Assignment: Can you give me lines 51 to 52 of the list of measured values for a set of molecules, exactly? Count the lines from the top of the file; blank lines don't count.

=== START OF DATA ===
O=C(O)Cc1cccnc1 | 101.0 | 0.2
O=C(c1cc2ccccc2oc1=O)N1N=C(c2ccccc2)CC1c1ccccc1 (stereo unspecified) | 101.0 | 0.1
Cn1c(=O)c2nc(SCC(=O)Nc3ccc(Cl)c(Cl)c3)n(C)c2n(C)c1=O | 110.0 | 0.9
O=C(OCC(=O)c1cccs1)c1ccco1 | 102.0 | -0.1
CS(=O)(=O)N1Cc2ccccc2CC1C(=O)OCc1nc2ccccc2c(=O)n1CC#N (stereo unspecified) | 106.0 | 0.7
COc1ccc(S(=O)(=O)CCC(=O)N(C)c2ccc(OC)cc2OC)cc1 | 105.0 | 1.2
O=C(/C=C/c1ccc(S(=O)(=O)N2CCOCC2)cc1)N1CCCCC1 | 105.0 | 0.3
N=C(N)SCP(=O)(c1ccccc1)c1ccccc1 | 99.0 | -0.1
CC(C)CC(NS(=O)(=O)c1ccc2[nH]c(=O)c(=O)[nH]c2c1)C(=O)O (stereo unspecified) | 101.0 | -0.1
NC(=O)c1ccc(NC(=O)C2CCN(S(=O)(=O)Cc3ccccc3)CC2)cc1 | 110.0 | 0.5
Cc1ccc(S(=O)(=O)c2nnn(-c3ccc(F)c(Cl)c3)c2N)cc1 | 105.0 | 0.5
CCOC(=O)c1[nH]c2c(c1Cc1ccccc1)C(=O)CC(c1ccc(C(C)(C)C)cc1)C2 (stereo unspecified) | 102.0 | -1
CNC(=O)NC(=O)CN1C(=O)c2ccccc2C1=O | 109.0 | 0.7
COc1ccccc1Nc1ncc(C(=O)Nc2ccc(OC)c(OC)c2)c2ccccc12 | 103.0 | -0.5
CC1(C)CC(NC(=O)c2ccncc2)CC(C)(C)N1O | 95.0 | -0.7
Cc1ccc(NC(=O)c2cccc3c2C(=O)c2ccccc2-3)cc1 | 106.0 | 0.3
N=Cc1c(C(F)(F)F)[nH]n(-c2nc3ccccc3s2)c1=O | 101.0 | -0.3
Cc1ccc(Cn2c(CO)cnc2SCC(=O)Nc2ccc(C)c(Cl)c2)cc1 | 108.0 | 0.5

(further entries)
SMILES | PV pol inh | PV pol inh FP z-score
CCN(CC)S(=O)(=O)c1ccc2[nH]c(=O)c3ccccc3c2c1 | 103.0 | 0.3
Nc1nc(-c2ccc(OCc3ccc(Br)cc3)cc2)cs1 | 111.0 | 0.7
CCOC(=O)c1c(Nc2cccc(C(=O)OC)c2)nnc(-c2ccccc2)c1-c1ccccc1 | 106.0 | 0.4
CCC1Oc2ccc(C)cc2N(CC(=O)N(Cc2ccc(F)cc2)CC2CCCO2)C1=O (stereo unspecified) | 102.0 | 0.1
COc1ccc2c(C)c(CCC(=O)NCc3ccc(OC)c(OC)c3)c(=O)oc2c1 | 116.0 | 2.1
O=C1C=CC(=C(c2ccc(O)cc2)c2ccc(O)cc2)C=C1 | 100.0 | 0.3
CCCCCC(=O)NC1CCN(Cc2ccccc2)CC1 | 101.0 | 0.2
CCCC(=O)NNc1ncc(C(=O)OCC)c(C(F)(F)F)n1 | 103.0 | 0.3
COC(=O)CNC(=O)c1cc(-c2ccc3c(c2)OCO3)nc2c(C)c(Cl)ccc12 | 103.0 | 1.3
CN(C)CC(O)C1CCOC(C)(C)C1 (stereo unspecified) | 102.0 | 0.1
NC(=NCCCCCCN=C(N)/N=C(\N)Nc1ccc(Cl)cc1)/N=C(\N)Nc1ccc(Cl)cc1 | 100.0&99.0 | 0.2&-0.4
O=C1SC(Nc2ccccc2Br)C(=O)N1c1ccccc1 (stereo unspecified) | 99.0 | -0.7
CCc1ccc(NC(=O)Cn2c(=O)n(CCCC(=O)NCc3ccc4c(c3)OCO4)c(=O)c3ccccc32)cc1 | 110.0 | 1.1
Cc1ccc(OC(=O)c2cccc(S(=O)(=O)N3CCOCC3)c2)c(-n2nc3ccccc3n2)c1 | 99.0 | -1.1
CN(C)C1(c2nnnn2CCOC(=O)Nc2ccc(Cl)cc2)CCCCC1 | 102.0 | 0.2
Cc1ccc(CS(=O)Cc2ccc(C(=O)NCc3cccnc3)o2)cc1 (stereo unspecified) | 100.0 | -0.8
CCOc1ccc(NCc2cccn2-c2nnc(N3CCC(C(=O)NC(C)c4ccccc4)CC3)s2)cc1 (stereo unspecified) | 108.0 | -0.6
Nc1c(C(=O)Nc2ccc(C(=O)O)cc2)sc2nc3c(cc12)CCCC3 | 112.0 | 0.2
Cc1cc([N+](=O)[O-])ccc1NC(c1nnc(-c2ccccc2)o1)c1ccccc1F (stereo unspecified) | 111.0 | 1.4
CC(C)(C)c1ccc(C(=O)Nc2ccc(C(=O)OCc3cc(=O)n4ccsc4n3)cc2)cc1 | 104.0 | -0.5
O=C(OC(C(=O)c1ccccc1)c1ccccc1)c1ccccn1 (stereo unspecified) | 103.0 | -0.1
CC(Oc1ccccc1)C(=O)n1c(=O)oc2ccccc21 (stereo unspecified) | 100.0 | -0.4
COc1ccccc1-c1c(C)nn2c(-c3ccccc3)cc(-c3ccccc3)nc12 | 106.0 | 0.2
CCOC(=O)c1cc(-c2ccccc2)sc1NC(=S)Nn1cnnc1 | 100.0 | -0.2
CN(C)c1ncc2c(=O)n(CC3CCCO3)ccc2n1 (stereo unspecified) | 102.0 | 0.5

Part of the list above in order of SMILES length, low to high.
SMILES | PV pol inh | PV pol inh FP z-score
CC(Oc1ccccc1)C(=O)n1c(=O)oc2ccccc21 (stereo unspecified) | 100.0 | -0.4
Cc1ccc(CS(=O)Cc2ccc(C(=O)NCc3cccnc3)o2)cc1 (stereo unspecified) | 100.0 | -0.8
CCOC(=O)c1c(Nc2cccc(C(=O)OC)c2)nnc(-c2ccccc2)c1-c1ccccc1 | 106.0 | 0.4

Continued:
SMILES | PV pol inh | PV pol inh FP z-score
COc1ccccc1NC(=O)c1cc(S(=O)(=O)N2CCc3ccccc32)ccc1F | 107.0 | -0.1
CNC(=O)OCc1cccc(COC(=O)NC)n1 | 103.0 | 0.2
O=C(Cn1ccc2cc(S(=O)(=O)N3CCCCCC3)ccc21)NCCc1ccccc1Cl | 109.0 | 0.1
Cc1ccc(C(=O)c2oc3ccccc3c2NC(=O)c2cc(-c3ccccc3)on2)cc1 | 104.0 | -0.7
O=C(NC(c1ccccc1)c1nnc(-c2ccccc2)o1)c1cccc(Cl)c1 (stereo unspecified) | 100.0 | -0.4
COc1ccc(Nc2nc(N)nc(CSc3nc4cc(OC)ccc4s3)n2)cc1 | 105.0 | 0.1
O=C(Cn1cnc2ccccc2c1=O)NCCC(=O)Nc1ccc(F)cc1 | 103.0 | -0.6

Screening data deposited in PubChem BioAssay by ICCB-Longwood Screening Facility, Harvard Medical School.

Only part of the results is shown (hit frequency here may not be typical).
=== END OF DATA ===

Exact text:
Continued:
SMILES | PV pol inh | PV pol inh FP z-score